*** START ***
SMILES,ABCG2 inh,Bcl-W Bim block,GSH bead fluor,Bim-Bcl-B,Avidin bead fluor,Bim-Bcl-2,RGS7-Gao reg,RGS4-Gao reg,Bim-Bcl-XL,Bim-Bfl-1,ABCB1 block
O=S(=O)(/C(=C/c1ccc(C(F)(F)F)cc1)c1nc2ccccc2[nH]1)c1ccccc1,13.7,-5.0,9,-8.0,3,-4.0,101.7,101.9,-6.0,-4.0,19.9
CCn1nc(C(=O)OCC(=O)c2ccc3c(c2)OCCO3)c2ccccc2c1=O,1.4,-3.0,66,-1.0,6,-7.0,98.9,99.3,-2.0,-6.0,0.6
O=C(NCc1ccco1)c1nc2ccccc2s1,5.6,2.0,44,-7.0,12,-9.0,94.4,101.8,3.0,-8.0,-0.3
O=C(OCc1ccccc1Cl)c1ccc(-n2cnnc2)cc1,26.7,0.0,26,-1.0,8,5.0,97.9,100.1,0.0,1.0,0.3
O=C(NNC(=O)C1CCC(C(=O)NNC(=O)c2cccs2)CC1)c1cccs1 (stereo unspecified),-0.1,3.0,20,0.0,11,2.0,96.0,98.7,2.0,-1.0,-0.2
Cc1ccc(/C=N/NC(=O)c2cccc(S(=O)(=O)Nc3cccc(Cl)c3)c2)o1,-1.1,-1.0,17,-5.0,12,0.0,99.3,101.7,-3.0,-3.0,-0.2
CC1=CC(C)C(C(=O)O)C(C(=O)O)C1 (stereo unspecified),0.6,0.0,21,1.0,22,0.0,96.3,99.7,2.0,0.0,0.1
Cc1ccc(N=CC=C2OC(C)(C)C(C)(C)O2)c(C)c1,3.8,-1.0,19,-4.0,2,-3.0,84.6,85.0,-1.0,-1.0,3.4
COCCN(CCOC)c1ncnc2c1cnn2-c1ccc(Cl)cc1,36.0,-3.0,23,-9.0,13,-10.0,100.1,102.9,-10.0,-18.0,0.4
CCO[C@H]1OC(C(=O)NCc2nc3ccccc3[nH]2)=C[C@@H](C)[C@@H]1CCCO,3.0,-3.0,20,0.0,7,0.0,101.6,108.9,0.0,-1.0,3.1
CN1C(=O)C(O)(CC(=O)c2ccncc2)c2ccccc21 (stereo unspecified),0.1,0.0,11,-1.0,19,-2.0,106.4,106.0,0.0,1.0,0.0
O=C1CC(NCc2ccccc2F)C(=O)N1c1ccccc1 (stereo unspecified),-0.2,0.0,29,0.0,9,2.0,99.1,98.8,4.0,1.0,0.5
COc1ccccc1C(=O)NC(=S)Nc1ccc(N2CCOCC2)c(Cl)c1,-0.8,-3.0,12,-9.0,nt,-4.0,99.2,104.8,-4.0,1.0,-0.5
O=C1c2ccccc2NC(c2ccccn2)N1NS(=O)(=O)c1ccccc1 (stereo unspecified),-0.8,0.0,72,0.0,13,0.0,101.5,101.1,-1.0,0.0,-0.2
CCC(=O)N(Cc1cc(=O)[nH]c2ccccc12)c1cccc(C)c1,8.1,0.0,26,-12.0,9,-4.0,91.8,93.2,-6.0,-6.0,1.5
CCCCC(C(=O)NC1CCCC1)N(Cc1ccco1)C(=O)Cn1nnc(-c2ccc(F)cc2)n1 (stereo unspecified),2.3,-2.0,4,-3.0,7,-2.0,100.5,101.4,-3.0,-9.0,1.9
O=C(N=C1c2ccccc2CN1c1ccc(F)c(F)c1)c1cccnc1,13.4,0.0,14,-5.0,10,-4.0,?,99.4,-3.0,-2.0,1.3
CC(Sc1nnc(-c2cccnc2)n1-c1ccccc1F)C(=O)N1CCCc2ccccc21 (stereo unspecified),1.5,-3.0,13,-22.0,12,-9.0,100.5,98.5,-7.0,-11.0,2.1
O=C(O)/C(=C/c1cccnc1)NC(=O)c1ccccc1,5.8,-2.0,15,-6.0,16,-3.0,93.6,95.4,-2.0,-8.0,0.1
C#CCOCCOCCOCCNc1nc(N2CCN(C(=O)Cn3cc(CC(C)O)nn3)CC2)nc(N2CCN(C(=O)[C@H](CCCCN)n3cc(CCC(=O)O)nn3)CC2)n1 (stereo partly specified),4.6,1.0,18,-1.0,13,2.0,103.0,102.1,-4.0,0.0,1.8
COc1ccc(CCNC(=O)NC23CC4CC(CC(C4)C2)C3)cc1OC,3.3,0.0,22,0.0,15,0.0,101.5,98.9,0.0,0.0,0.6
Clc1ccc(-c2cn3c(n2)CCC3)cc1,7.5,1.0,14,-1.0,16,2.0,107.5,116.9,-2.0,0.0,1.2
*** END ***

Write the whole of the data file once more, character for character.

SMILES,ABCG2 inh,Bcl-W Bim block,GSH bead fluor,Bim-Bcl-B,Avidin bead fluor,Bim-Bcl-2,RGS7-Gao reg,RGS4-Gao reg,Bim-Bcl-XL,Bim-Bfl-1,ABCB1 block
O=S(=O)(/C(=C/c1ccc(C(F)(F)F)cc1)c1nc2ccccc2[nH]1)c1ccccc1,13.7,-5.0,9,-8.0,3,-4.0,101.7,101.9,-6.0,-4.0,19.9
CCn1nc(C(=O)OCC(=O)c2ccc3c(c2)OCCO3)c2ccccc2c1=O,1.4,-3.0,66,-1.0,6,-7.0,98.9,99.3,-2.0,-6.0,0.6
O=C(NCc1ccco1)c1nc2ccccc2s1,5.6,2.0,44,-7.0,12,-9.0,94.4,101.8,3.0,-8.0,-0.3
O=C(OCc1ccccc1Cl)c1ccc(-n2cnnc2)cc1,26.7,0.0,26,-1.0,8,5.0,97.9,100.1,0.0,1.0,0.3
O=C(NNC(=O)C1CCC(C(=O)NNC(=O)c2cccs2)CC1)c1cccs1 (stereo unspecified),-0.1,3.0,20,0.0,11,2.0,96.0,98.7,2.0,-1.0,-0.2
Cc1ccc(/C=N/NC(=O)c2cccc(S(=O)(=O)Nc3cccc(Cl)c3)c2)o1,-1.1,-1.0,17,-5.0,12,0.0,99.3,101.7,-3.0,-3.0,-0.2
CC1=CC(C)C(C(=O)O)C(C(=O)O)C1 (stereo unspecified),0.6,0.0,21,1.0,22,0.0,96.3,99.7,2.0,0.0,0.1
Cc1ccc(N=CC=C2OC(C)(C)C(C)(C)O2)c(C)c1,3.8,-1.0,19,-4.0,2,-3.0,84.6,85.0,-1.0,-1.0,3.4
COCCN(CCOC)c1ncnc2c1cnn2-c1ccc(Cl)cc1,36.0,-3.0,23,-9.0,13,-10.0,100.1,102.9,-10.0,-18.0,0.4
CCO[C@H]1OC(C(=O)NCc2nc3ccccc3[nH]2)=C[C@@H](C)[C@@H]1CCCO,3.0,-3.0,20,0.0,7,0.0,101.6,108.9,0.0,-1.0,3.1
CN1C(=O)C(O)(CC(=O)c2ccncc2)c2ccccc21 (stereo unspecified),0.1,0.0,11,-1.0,19,-2.0,106.4,106.0,0.0,1.0,0.0
O=C1CC(NCc2ccccc2F)C(=O)N1c1ccccc1 (stereo unspecified),-0.2,0.0,29,0.0,9,2.0,99.1,98.8,4.0,1.0,0.5
COc1ccccc1C(=O)NC(=S)Nc1ccc(N2CCOCC2)c(Cl)c1,-0.8,-3.0,12,-9.0,nt,-4.0,99.2,104.8,-4.0,1.0,-0.5
O=C1c2ccccc2NC(c2ccccn2)N1NS(=O)(=O)c1ccccc1 (stereo unspecified),-0.8,0.0,72,0.0,13,0.0,101.5,101.1,-1.0,0.0,-0.2
CCC(=O)N(Cc1cc(=O)[nH]c2ccccc12)c1cccc(C)c1,8.1,0.0,26,-12.0,9,-4.0,91.8,93.2,-6.0,-6.0,1.5
CCCCC(C(=O)NC1CCCC1)N(Cc1ccco1)C(=O)Cn1nnc(-c2ccc(F)cc2)n1 (stereo unspecified),2.3,-2.0,4,-3.0,7,-2.0,100.5,101.4,-3.0,-9.0,1.9
O=C(N=C1c2ccccc2CN1c1ccc(F)c(F)c1)c1cccnc1,13.4,0.0,14,-5.0,10,-4.0,?,99.4,-3.0,-2.0,1.3
CC(Sc1nnc(-c2cccnc2)n1-c1ccccc1F)C(=O)N1CCCc2ccccc21 (stereo unspecified),1.5,-3.0,13,-22.0,12,-9.0,100.5,98.5,-7.0,-11.0,2.1
O=C(O)/C(=C/c1cccnc1)NC(=O)c1ccccc1,5.8,-2.0,15,-6.0,16,-3.0,93.6,95.4,-2.0,-8.0,0.1
C#CCOCCOCCOCCNc1nc(N2CCN(C(=O)Cn3cc(CC(C)O)nn3)CC2)nc(N2CCN(C(=O)[C@H](CCCCN)n3cc(CCC(=O)O)nn3)CC2)n1 (stereo partly specified),4.6,1.0,18,-1.0,13,2.0,103.0,102.1,-4.0,0.0,1.8
COc1ccc(CCNC(=O)NC23CC4CC(CC(C4)C2)C3)cc1OC,3.3,0.0,22,0.0,15,0.0,101.5,98.9,0.0,0.0,0.6
Clc1ccc(-c2cn3c(n2)CCC3)cc1,7.5,1.0,14,-1.0,16,2.0,107.5,116.9,-2.0,0.0,1.2